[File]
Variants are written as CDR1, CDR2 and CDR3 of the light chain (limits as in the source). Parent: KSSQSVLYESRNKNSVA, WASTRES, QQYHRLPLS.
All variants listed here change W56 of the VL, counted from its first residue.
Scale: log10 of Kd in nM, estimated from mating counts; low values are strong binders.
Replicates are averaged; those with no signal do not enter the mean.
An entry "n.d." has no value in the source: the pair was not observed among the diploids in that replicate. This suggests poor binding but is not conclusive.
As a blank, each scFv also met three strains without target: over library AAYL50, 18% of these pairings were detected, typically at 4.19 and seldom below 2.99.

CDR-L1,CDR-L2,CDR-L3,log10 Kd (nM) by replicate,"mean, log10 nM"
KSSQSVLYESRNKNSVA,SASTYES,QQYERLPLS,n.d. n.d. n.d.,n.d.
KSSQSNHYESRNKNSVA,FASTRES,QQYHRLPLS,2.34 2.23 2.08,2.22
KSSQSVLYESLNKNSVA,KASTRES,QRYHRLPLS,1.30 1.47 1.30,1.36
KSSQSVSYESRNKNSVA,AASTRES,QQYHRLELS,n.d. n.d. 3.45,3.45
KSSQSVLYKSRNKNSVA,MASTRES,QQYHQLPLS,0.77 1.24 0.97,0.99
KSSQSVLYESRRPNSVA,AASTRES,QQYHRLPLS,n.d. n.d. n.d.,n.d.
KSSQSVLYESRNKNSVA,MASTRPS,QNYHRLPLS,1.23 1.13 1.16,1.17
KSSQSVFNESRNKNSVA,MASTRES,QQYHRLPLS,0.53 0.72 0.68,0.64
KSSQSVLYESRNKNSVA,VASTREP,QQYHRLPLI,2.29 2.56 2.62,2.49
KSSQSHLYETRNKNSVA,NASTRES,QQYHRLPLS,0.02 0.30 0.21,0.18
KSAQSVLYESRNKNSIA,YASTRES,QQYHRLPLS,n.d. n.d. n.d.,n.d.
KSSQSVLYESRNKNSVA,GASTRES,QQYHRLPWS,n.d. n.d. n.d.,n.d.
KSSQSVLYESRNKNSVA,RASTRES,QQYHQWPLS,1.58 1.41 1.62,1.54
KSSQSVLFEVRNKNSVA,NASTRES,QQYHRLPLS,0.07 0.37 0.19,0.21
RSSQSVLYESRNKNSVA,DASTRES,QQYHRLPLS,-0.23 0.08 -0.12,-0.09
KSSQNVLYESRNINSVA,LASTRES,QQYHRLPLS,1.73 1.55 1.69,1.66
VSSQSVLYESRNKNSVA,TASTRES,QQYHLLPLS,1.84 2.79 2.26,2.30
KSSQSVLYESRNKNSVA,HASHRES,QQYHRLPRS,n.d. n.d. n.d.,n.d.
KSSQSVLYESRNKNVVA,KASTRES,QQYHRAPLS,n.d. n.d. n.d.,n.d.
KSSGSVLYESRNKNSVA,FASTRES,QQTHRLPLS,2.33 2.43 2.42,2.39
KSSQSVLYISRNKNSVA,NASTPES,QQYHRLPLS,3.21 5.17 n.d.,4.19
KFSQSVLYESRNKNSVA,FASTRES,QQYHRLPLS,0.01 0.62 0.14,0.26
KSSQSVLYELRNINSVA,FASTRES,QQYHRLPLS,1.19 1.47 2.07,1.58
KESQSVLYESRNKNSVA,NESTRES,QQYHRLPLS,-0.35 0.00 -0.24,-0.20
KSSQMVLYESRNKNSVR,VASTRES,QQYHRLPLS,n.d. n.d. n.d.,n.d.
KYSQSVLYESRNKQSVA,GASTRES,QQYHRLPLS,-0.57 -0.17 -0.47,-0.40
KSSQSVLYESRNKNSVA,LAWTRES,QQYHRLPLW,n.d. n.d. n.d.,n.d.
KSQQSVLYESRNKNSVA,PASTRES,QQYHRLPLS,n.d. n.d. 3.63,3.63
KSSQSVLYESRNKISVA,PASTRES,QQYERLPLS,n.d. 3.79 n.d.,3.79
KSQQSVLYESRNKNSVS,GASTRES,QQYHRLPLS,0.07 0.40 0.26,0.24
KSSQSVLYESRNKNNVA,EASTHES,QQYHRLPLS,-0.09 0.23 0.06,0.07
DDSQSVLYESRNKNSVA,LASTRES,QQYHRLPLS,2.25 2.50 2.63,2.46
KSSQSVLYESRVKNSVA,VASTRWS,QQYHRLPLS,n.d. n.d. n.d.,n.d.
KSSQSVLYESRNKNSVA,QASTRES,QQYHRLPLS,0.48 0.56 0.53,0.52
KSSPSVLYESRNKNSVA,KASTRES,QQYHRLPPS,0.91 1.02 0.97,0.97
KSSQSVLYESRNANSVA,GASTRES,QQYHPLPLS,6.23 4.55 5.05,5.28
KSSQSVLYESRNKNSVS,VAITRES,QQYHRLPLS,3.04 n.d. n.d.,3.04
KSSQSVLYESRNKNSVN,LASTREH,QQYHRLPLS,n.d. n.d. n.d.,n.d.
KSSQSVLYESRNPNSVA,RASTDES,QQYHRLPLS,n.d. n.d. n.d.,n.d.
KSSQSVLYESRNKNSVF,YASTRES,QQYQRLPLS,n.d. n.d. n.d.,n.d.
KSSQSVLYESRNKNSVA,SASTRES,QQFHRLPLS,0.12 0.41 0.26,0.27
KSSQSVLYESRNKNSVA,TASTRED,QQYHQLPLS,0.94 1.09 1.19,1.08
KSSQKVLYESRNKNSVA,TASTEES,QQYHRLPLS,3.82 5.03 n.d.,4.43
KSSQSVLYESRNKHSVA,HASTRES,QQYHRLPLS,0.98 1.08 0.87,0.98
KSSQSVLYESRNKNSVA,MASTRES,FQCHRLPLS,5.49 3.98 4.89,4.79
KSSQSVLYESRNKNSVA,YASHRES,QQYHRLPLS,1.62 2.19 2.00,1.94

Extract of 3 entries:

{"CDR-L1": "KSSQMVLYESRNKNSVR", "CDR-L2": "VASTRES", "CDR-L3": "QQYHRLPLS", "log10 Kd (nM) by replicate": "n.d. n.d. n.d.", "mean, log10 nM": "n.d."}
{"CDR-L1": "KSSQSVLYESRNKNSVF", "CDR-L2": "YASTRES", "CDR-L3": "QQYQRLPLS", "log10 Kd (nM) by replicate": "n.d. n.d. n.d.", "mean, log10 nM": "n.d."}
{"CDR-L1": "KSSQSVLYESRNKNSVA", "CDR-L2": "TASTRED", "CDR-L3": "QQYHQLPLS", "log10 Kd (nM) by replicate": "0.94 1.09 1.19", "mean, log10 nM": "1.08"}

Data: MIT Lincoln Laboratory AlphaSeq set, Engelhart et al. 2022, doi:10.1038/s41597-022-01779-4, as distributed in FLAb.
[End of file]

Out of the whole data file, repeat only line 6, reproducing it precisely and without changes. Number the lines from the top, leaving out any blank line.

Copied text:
As a blank, each scFv also met three strains without target: over library AAYL50, 18% of these pairings were detected, typically at 4.19 and seldom below 2.99.